Surfing: As much as Yakutat is a destination for people to fish, and there’s incredible nature walks/hiking to be done out near the Hubbard Glacier, you came here to surf, right? While far from the only place to catch waves in the state, Yakutat is set up well for surfers and offers a diversity of waves. Truth be told, Jack will be the first one to tell you, “a boat will help, but it’s the locals who will show you where the best waves are”. During my stay in early August, I found several intrepid travelers from all over the world looking for waves, and met several super nice locals who were all happy to point me in the right direction, or to join for a surf.
The surf wasn’t massive when I was in Yakutat, but there were waves everyday. Longboarders could find some fun as much as ripping shortboarders. When the wind would blow onshore at one wave, another would blow offshore and showcase sets as clean as can be. Between Cannon Beach, Ocean Cape and Point Carrew you can easily scope waves by car and surf without a boat. Just remember though, boat access will expand your reach exponentially, as will making friends with the locals.
Water temps are far from balmy, but thanks to the warm Japanese current, water temps in summer fluctuate in the 50’s sometimes even breaking into the 60’s. A 5/4 wetsuit will do you fine, but a 4/3 will work as well, and booties and a hood were only necessary in August for walking out over some cobblestone breaks and sheltering oneself from stormy conditions during a few sessions. Overall, you didn’t really need more than just a decent wetsuit and a board to catch waves. I’ve had far more ice cream headaches surfing the summer months in Nor. Cal, Oregon and Washington than in Yakutat, which is a nice surprise, something even hardy surfers find hard to believe. Of course in winter, full 6/4 suits with as much rubber you can handle on the head, hands and feet are a must since water temps plummet to near freezing lows in the 30’s.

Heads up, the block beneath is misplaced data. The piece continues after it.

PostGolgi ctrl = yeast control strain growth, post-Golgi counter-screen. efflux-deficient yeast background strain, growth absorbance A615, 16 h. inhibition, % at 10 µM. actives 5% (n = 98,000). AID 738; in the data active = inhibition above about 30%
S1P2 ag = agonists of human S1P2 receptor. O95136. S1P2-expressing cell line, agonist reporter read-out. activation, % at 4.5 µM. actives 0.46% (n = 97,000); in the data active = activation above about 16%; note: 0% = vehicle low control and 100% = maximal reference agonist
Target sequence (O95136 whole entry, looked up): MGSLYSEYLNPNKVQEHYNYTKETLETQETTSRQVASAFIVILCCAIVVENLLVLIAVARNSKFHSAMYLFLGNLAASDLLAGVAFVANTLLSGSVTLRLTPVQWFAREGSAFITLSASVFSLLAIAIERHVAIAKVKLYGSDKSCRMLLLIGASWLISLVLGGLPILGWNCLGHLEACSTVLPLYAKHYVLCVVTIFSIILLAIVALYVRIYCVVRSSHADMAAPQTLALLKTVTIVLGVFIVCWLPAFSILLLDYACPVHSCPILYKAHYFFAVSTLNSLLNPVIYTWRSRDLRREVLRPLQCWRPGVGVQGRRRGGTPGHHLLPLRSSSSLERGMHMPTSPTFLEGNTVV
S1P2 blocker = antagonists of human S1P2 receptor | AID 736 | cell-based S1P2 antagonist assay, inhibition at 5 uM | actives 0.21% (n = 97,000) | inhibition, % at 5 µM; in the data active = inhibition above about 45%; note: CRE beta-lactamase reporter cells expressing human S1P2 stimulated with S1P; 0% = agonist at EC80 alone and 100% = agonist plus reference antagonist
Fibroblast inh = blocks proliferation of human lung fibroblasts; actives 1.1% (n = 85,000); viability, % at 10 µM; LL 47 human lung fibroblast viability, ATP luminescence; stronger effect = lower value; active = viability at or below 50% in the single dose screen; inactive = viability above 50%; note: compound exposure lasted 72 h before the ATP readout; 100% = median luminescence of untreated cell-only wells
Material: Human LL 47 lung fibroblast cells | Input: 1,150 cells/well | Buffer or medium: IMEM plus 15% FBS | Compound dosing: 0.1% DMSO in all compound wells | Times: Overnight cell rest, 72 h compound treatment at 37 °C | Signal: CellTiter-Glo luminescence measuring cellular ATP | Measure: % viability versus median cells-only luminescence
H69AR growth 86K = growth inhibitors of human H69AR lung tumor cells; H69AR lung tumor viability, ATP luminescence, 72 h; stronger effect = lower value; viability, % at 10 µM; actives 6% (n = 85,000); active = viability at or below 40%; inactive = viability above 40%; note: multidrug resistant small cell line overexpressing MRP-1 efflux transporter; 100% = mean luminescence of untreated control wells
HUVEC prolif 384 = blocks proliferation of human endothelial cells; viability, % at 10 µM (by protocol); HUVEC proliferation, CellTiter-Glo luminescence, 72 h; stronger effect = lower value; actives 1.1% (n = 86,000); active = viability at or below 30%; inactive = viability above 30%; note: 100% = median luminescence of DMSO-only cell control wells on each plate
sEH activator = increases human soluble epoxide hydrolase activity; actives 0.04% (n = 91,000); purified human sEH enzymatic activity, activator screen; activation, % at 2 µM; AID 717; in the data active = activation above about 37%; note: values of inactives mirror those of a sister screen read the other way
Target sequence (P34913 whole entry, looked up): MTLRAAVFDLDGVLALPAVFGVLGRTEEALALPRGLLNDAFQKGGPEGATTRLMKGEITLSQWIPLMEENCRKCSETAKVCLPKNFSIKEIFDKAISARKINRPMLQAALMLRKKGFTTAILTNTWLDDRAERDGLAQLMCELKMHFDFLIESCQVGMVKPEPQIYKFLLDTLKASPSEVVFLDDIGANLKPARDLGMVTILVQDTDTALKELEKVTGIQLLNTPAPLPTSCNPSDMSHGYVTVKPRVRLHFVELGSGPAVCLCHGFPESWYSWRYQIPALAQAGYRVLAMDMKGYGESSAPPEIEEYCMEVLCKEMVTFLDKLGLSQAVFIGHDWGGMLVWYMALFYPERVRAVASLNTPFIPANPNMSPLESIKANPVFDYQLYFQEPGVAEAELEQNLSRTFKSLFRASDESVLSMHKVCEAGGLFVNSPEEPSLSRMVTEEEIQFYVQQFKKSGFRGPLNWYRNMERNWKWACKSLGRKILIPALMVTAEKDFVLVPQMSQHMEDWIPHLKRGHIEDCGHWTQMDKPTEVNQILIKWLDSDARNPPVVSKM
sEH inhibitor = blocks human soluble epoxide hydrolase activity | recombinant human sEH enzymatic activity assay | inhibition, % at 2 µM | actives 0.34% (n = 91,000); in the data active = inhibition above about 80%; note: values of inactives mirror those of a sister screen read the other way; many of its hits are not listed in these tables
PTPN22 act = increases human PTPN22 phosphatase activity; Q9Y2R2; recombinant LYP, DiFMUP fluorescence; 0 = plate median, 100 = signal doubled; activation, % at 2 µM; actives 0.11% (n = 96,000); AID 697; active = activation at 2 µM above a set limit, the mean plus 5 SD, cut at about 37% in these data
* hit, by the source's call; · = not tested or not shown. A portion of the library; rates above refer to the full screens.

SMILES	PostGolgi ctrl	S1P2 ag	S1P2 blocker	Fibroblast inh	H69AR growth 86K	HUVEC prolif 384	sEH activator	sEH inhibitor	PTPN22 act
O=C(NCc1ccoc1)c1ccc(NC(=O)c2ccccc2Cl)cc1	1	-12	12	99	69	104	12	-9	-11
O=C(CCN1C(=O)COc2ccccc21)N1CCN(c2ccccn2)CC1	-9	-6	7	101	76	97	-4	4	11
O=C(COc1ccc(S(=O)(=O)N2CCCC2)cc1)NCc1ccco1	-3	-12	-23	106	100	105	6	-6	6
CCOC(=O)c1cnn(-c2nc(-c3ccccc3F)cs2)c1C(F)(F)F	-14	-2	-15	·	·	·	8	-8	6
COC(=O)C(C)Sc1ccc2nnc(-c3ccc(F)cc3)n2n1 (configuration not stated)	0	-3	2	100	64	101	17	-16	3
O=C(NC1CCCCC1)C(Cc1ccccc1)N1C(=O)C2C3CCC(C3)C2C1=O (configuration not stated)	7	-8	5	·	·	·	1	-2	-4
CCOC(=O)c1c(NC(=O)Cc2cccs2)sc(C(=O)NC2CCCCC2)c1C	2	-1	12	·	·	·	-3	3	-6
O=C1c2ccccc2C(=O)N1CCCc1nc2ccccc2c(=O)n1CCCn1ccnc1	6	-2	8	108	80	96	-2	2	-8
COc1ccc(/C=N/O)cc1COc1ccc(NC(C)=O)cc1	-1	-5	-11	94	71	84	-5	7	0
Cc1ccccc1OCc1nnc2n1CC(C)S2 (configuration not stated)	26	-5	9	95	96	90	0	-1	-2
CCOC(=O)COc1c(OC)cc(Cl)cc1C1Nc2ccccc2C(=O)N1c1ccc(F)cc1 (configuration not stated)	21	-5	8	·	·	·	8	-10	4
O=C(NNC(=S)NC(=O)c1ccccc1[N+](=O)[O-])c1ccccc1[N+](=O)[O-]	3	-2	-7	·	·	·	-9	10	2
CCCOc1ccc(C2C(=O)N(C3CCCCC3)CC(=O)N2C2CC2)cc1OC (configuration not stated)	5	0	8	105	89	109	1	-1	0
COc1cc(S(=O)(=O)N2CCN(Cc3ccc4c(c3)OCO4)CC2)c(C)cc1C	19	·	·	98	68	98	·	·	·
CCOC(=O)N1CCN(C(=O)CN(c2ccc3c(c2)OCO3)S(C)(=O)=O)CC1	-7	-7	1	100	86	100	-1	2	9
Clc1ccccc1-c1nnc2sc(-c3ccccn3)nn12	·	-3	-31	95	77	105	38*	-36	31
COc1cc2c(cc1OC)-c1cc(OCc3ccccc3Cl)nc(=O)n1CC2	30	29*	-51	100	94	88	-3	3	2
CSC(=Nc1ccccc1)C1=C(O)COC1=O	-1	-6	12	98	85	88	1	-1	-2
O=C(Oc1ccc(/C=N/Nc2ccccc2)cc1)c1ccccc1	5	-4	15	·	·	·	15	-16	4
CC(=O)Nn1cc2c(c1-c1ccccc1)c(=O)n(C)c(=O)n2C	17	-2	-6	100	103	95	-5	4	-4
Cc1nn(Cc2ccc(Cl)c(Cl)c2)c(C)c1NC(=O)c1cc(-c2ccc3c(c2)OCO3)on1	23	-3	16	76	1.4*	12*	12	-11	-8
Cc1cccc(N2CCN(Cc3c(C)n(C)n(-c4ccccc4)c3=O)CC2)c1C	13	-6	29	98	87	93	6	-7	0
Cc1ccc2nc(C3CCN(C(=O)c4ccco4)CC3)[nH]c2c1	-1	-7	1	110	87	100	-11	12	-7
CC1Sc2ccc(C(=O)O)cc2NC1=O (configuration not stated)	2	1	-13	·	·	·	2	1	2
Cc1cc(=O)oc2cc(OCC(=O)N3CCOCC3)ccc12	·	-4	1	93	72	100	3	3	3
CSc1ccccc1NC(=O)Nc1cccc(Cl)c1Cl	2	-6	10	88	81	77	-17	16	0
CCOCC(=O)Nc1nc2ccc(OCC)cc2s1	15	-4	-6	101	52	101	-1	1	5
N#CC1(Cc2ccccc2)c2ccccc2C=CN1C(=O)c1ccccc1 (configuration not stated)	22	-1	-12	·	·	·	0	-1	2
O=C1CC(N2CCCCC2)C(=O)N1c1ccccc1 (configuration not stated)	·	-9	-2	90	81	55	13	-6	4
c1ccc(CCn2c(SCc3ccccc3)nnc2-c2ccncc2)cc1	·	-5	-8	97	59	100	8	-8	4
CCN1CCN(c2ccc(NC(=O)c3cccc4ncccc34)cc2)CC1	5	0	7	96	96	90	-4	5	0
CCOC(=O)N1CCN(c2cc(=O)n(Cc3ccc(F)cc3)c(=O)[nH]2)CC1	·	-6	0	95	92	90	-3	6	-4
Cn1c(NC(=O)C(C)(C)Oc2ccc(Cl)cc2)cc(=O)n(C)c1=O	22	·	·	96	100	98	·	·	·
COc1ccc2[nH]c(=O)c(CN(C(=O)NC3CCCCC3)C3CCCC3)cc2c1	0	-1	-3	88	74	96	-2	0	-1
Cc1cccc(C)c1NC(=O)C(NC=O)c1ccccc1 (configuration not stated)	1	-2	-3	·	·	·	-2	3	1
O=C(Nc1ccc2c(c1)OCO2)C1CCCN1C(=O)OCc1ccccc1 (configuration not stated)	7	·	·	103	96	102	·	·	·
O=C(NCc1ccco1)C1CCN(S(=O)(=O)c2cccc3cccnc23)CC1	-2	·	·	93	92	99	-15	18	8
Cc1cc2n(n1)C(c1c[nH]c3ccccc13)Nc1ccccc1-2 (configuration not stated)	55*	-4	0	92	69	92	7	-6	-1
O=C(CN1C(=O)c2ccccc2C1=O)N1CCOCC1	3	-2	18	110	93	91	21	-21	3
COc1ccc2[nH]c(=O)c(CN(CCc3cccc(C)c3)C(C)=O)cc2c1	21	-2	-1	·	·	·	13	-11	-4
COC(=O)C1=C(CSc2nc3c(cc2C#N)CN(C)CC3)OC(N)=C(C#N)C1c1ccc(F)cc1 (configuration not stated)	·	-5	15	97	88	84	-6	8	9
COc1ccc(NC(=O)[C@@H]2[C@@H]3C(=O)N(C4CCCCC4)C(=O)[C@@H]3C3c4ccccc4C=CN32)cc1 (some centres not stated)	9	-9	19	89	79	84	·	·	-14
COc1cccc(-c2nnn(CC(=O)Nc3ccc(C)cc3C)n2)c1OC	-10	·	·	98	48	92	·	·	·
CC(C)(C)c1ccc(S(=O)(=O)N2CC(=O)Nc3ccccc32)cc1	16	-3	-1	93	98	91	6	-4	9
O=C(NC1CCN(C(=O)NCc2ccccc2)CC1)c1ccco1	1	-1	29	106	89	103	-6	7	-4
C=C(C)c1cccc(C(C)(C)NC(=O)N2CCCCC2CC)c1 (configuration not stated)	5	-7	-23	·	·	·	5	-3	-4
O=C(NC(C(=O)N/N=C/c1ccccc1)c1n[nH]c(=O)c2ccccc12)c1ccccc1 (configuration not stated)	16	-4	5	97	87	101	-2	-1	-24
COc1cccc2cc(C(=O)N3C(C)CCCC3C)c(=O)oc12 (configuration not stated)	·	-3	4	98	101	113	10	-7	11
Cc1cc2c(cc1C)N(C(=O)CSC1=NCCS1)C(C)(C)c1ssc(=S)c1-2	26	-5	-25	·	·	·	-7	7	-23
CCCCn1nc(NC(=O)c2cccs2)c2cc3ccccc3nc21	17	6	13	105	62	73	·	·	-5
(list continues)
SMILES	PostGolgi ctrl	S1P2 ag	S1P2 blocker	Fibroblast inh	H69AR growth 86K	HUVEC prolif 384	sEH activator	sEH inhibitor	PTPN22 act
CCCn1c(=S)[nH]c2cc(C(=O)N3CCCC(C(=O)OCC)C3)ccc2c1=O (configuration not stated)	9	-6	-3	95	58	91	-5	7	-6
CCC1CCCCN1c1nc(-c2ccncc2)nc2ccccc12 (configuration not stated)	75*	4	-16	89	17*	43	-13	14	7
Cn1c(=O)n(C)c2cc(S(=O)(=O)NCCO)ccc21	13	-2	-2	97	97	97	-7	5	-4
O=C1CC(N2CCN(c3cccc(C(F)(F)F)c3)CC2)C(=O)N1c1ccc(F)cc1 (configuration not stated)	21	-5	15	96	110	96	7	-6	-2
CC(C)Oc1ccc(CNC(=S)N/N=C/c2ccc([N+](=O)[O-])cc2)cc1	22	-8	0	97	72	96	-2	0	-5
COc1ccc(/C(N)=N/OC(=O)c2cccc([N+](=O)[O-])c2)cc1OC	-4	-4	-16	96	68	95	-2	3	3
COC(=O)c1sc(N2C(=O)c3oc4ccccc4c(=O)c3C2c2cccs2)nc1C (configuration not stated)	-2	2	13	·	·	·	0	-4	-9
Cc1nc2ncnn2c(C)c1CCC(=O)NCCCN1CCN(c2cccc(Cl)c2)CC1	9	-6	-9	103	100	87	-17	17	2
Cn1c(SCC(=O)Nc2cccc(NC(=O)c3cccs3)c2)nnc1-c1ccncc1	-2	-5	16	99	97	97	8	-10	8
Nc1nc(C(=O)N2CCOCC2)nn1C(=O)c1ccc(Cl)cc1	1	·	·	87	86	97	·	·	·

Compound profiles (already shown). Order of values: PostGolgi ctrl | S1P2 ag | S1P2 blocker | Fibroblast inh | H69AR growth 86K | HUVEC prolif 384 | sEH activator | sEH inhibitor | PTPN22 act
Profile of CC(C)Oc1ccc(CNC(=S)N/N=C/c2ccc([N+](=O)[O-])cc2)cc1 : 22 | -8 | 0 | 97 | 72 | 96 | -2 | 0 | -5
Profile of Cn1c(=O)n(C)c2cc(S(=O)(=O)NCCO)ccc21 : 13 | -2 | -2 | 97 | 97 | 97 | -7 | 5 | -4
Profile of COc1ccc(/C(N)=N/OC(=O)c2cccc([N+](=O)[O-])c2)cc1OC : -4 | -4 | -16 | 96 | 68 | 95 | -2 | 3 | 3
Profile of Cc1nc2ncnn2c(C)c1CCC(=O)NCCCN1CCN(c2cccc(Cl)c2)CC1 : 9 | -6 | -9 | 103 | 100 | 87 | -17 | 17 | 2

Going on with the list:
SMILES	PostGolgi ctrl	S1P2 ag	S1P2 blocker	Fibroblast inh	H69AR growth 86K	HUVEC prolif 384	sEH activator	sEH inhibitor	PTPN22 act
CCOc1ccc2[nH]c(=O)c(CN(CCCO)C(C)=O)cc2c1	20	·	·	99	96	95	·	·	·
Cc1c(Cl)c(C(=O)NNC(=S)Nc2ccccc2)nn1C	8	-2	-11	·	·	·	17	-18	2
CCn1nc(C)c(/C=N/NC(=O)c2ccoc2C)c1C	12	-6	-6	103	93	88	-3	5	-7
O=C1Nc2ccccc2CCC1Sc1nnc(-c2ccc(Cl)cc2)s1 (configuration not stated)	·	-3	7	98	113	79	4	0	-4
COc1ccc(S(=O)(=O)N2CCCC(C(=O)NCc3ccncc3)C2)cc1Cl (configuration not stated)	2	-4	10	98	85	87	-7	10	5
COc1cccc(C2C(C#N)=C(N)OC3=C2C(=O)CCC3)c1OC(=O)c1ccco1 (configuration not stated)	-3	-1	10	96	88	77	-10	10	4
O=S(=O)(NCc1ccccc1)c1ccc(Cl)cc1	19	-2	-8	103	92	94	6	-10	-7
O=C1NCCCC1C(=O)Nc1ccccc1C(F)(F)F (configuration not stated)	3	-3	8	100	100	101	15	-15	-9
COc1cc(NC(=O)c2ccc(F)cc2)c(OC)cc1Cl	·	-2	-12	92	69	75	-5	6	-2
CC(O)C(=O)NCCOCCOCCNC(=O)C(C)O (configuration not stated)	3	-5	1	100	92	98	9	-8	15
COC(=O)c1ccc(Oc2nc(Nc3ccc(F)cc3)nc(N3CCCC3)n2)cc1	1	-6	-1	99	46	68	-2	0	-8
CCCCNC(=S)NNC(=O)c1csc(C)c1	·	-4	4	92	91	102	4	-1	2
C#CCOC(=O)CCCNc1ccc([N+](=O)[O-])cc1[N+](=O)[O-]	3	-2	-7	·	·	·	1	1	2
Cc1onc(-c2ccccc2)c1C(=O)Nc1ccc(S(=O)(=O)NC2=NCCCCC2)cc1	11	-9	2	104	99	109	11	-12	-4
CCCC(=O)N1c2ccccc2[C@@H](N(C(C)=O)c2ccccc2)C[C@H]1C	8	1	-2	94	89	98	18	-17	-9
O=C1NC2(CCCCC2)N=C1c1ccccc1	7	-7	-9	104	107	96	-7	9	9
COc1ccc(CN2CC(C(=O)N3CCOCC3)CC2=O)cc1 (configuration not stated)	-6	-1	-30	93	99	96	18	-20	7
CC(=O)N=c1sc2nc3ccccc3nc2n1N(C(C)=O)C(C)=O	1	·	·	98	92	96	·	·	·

I have to leave some of the break info a mystery so you can figure it out for yourself when you get up there, but getting in touch with Jack should be your first step. He’s an incredible guy, super knowledgeable and super friendly. I’m actually just as fired up to get back to Yakutat for a surf trip this summer as I am to check in with Jack. In one of our several memorable talks he offered, “[I]n the moment of the wave, it’s all about the stoke. You loose all your burdens, and focus on that moment because you’re caught in that vibe. And in that time, it’s all that matters, and it means everything.” Plain and simple, the guy gets it. He’s the perfect liaison for Yakutat and visiting surfers.
If you’re looking to surf in Alaska then you’re probably not looking for your average surf holiday. The spirit of Alaska is alive and well in this part of the state, and just like other parts of Alaska, the stark natural beauty of Yakutat’s surroundings coupled with the unique character of its residents make this a surf trip like no other. Don’t forget to read up on proper camping techniques (plan for rain) and how to deal with bear encounters just in case, and travel to Yakutat with the same stoke you’ve hopefully shared and felt surfing in other parts of the world. It’ll serve you well on your trip, a mission that regardless of how much you score during your visit, will stick with you in the spirit of Aloha.